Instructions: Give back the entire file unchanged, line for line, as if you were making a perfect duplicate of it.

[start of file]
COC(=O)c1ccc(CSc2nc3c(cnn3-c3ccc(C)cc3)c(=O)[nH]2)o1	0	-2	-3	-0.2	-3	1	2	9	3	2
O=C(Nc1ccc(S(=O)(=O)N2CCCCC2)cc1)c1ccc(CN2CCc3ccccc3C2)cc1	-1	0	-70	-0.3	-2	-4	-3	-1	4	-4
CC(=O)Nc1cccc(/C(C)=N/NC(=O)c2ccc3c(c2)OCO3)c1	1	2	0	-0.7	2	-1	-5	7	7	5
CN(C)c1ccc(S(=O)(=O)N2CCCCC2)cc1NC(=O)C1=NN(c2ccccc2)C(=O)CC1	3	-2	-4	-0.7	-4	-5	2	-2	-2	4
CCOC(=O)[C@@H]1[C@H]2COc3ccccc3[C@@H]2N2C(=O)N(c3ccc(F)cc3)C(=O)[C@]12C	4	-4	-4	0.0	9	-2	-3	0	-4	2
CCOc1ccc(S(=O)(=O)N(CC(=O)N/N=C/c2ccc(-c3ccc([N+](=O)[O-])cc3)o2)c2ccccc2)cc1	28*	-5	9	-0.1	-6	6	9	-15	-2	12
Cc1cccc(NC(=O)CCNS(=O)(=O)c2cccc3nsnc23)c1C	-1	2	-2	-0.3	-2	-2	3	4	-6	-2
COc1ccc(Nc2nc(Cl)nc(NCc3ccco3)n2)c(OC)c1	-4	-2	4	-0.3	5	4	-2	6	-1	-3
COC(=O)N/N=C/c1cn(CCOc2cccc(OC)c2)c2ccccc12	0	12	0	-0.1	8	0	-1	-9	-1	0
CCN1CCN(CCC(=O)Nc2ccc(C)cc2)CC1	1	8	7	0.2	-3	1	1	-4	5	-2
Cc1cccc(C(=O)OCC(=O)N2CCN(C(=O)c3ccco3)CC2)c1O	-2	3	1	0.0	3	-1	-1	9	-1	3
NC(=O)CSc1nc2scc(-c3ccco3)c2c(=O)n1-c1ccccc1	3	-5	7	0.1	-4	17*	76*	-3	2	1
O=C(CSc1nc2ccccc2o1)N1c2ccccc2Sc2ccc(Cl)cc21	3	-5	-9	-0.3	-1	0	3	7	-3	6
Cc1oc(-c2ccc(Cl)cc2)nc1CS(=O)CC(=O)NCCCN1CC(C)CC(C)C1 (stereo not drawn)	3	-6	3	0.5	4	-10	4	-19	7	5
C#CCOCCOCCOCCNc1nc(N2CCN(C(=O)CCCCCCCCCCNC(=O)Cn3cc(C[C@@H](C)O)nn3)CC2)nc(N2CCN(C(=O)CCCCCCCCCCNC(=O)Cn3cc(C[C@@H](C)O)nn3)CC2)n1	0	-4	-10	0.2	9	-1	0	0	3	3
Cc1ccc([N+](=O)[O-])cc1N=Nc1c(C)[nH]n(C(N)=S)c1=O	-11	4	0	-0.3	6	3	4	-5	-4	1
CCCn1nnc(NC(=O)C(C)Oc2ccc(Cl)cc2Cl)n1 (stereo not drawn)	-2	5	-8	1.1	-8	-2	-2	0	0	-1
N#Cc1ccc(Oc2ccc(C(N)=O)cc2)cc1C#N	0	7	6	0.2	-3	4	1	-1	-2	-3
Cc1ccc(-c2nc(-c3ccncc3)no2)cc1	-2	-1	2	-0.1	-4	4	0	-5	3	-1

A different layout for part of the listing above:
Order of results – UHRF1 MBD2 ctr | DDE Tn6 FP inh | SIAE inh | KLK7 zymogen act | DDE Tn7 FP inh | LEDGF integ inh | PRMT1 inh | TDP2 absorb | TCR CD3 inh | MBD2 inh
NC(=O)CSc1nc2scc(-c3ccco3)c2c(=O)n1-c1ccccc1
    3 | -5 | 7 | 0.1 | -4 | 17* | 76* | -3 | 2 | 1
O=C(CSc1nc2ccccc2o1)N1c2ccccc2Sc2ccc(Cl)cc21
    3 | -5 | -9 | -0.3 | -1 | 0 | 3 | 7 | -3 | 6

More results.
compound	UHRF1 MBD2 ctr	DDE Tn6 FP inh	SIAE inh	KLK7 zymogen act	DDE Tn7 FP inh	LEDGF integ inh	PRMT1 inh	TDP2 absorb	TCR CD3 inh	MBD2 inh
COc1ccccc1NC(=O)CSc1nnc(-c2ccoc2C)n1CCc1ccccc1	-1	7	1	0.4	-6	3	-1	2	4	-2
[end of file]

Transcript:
COC(=O)c1ccc(CSc2nc3c(cnn3-c3ccc(C)cc3)c(=O)[nH]2)o1	0	-2	-3	-0.2	-3	1	2	9	3	2
O=C(Nc1ccc(S(=O)(=O)N2CCCCC2)cc1)c1ccc(CN2CCc3ccccc3C2)cc1	-1	0	-70	-0.3	-2	-4	-3	-1	4	-4
CC(=O)Nc1cccc(/C(C)=N/NC(=O)c2ccc3c(c2)OCO3)c1	1	2	0	-0.7	2	-1	-5	7	7	5
CN(C)c1ccc(S(=O)(=O)N2CCCCC2)cc1NC(=O)C1=NN(c2ccccc2)C(=O)CC1	3	-2	-4	-0.7	-4	-5	2	-2	-2	4
CCOC(=O)[C@@H]1[C@H]2COc3ccccc3[C@@H]2N2C(=O)N(c3ccc(F)cc3)C(=O)[C@]12C	4	-4	-4	0.0	9	-2	-3	0	-4	2
CCOc1ccc(S(=O)(=O)N(CC(=O)N/N=C/c2ccc(-c3ccc([N+](=O)[O-])cc3)o2)c2ccccc2)cc1	28*	-5	9	-0.1	-6	6	9	-15	-2	12
Cc1cccc(NC(=O)CCNS(=O)(=O)c2cccc3nsnc23)c1C	-1	2	-2	-0.3	-2	-2	3	4	-6	-2
COc1ccc(Nc2nc(Cl)nc(NCc3ccco3)n2)c(OC)c1	-4	-2	4	-0.3	5	4	-2	6	-1	-3
COC(=O)N/N=C/c1cn(CCOc2cccc(OC)c2)c2ccccc12	0	12	0	-0.1	8	0	-1	-9	-1	0
CCN1CCN(CCC(=O)Nc2ccc(C)cc2)CC1	1	8	7	0.2	-3	1	1	-4	5	-2
Cc1cccc(C(=O)OCC(=O)N2CCN(C(=O)c3ccco3)CC2)c1O	-2	3	1	0.0	3	-1	-1	9	-1	3
NC(=O)CSc1nc2scc(-c3ccco3)c2c(=O)n1-c1ccccc1	3	-5	7	0.1	-4	17*	76*	-3	2	1
O=C(CSc1nc2ccccc2o1)N1c2ccccc2Sc2ccc(Cl)cc21	3	-5	-9	-0.3	-1	0	3	7	-3	6
Cc1oc(-c2ccc(Cl)cc2)nc1CS(=O)CC(=O)NCCCN1CC(C)CC(C)C1 (stereo not drawn)	3	-6	3	0.5	4	-10	4	-19	7	5
C#CCOCCOCCOCCNc1nc(N2CCN(C(=O)CCCCCCCCCCNC(=O)Cn3cc(C[C@@H](C)O)nn3)CC2)nc(N2CCN(C(=O)CCCCCCCCCCNC(=O)Cn3cc(C[C@@H](C)O)nn3)CC2)n1	0	-4	-10	0.2	9	-1	0	0	3	3
Cc1ccc([N+](=O)[O-])cc1N=Nc1c(C)[nH]n(C(N)=S)c1=O	-11	4	0	-0.3	6	3	4	-5	-4	1
CCCn1nnc(NC(=O)C(C)Oc2ccc(Cl)cc2Cl)n1 (stereo not drawn)	-2	5	-8	1.1	-8	-2	-2	0	0	-1
N#Cc1ccc(Oc2ccc(C(N)=O)cc2)cc1C#N	0	7	6	0.2	-3	4	1	-1	-2	-3
Cc1ccc(-c2nc(-c3ccncc3)no2)cc1	-2	-1	2	-0.1	-4	4	0	-5	3	-1

A different layout for part of the listing above:
Order of results – UHRF1 MBD2 ctr | DDE Tn6 FP inh | SIAE inh | KLK7 zymogen act | DDE Tn7 FP inh | LEDGF integ inh | PRMT1 inh | TDP2 absorb | TCR CD3 inh | MBD2 inh
NC(=O)CSc1nc2scc(-c3ccco3)c2c(=O)n1-c1ccccc1
    3 | -5 | 7 | 0.1 | -4 | 17* | 76* | -3 | 2 | 1
O=C(CSc1nc2ccccc2o1)N1c2ccccc2Sc2ccc(Cl)cc21
    3 | -5 | -9 | -0.3 | -1 | 0 | 3 | 7 | -3 | 6

More results.
compound	UHRF1 MBD2 ctr	DDE Tn6 FP inh	SIAE inh	KLK7 zymogen act	DDE Tn7 FP inh	LEDGF integ inh	PRMT1 inh	TDP2 absorb	TCR CD3 inh	MBD2 inh
COc1ccccc1NC(=O)CSc1nnc(-c2ccoc2C)n1CCc1ccccc1	-1	7	1	0.4	-6	3	-1	2	4	-2